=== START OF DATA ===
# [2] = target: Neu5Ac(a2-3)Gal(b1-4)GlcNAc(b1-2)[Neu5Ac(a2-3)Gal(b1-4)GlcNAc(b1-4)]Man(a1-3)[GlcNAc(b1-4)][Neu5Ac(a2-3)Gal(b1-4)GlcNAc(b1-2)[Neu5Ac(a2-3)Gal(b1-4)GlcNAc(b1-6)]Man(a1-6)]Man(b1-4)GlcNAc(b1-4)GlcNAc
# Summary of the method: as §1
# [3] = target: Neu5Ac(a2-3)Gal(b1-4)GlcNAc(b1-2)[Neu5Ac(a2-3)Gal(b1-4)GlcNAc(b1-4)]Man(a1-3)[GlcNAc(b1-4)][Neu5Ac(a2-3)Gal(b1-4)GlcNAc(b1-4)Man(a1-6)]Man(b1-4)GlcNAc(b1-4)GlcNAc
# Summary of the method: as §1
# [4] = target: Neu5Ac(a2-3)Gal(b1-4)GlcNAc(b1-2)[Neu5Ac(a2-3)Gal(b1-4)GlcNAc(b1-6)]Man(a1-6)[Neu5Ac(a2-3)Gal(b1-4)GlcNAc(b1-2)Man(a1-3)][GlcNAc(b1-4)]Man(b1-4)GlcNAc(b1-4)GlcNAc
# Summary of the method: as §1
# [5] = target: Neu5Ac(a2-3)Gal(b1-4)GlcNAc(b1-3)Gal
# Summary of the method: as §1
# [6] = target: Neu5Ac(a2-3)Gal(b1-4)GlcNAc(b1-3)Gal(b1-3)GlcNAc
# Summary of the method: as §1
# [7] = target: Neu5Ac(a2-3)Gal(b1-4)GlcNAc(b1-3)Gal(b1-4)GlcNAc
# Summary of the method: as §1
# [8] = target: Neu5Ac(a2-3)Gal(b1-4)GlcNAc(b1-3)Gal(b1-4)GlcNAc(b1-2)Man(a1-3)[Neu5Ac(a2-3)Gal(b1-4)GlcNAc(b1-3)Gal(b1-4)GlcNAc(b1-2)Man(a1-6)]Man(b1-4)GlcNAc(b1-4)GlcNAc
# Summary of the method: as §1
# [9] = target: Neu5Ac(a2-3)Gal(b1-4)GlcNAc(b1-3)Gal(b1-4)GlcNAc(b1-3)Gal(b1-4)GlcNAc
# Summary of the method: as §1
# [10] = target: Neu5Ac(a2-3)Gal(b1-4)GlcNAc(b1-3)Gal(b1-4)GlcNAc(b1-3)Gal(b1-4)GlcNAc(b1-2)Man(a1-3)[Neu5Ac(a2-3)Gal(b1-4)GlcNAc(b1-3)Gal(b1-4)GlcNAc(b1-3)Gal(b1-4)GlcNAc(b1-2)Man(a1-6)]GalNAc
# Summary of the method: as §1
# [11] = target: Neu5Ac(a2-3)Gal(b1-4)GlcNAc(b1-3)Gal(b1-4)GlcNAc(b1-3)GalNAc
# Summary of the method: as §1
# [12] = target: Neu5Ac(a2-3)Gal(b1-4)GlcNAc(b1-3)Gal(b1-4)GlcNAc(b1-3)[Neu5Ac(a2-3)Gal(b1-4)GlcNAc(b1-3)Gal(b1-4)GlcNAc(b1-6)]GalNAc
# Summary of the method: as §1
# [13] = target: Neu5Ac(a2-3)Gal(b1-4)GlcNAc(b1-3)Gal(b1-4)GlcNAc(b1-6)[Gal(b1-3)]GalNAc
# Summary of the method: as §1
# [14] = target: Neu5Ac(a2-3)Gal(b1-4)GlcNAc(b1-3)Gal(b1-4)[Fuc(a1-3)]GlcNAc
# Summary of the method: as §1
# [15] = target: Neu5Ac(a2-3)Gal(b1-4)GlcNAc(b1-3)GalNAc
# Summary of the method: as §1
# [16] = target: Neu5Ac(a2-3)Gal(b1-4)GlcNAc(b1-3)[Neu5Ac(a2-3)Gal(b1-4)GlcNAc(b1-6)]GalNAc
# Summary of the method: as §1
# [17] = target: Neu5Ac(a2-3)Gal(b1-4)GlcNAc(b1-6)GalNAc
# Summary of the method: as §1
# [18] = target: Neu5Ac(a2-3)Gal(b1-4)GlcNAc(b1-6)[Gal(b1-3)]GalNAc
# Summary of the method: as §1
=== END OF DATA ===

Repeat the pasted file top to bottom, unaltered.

# [2] = target: Neu5Ac(a2-3)Gal(b1-4)GlcNAc(b1-2)[Neu5Ac(a2-3)Gal(b1-4)GlcNAc(b1-4)]Man(a1-3)[GlcNAc(b1-4)][Neu5Ac(a2-3)Gal(b1-4)GlcNAc(b1-2)[Neu5Ac(a2-3)Gal(b1-4)GlcNAc(b1-6)]Man(a1-6)]Man(b1-4)GlcNAc(b1-4)GlcNAc
# Summary of the method: as §1
# [3] = target: Neu5Ac(a2-3)Gal(b1-4)GlcNAc(b1-2)[Neu5Ac(a2-3)Gal(b1-4)GlcNAc(b1-4)]Man(a1-3)[GlcNAc(b1-4)][Neu5Ac(a2-3)Gal(b1-4)GlcNAc(b1-4)Man(a1-6)]Man(b1-4)GlcNAc(b1-4)GlcNAc
# Summary of the method: as §1
# [4] = target: Neu5Ac(a2-3)Gal(b1-4)GlcNAc(b1-2)[Neu5Ac(a2-3)Gal(b1-4)GlcNAc(b1-6)]Man(a1-6)[Neu5Ac(a2-3)Gal(b1-4)GlcNAc(b1-2)Man(a1-3)][GlcNAc(b1-4)]Man(b1-4)GlcNAc(b1-4)GlcNAc
# Summary of the method: as §1
# [5] = target: Neu5Ac(a2-3)Gal(b1-4)GlcNAc(b1-3)Gal
# Summary of the method: as §1
# [6] = target: Neu5Ac(a2-3)Gal(b1-4)GlcNAc(b1-3)Gal(b1-3)GlcNAc
# Summary of the method: as §1
# [7] = target: Neu5Ac(a2-3)Gal(b1-4)GlcNAc(b1-3)Gal(b1-4)GlcNAc
# Summary of the method: as §1
# [8] = target: Neu5Ac(a2-3)Gal(b1-4)GlcNAc(b1-3)Gal(b1-4)GlcNAc(b1-2)Man(a1-3)[Neu5Ac(a2-3)Gal(b1-4)GlcNAc(b1-3)Gal(b1-4)GlcNAc(b1-2)Man(a1-6)]Man(b1-4)GlcNAc(b1-4)GlcNAc
# Summary of the method: as §1
# [9] = target: Neu5Ac(a2-3)Gal(b1-4)GlcNAc(b1-3)Gal(b1-4)GlcNAc(b1-3)Gal(b1-4)GlcNAc
# Summary of the method: as §1
# [10] = target: Neu5Ac(a2-3)Gal(b1-4)GlcNAc(b1-3)Gal(b1-4)GlcNAc(b1-3)Gal(b1-4)GlcNAc(b1-2)Man(a1-3)[Neu5Ac(a2-3)Gal(b1-4)GlcNAc(b1-3)Gal(b1-4)GlcNAc(b1-3)Gal(b1-4)GlcNAc(b1-2)Man(a1-6)]GalNAc
# Summary of the method: as §1
# [11] = target: Neu5Ac(a2-3)Gal(b1-4)GlcNAc(b1-3)Gal(b1-4)GlcNAc(b1-3)GalNAc
# Summary of the method: as §1
# [12] = target: Neu5Ac(a2-3)Gal(b1-4)GlcNAc(b1-3)Gal(b1-4)GlcNAc(b1-3)[Neu5Ac(a2-3)Gal(b1-4)GlcNAc(b1-3)Gal(b1-4)GlcNAc(b1-6)]GalNAc
# Summary of the method: as §1
# [13] = target: Neu5Ac(a2-3)Gal(b1-4)GlcNAc(b1-3)Gal(b1-4)GlcNAc(b1-6)[Gal(b1-3)]GalNAc
# Summary of the method: as §1
# [14] = target: Neu5Ac(a2-3)Gal(b1-4)GlcNAc(b1-3)Gal(b1-4)[Fuc(a1-3)]GlcNAc
# Summary of the method: as §1
# [15] = target: Neu5Ac(a2-3)Gal(b1-4)GlcNAc(b1-3)GalNAc
# Summary of the method: as §1
# [16] = target: Neu5Ac(a2-3)Gal(b1-4)GlcNAc(b1-3)[Neu5Ac(a2-3)Gal(b1-4)GlcNAc(b1-6)]GalNAc
# Summary of the method: as §1
# [17] = target: Neu5Ac(a2-3)Gal(b1-4)GlcNAc(b1-6)GalNAc
# Summary of the method: as §1
# [18] = target: Neu5Ac(a2-3)Gal(b1-4)GlcNAc(b1-6)[Gal(b1-3)]GalNAc
# Summary of the method: as §1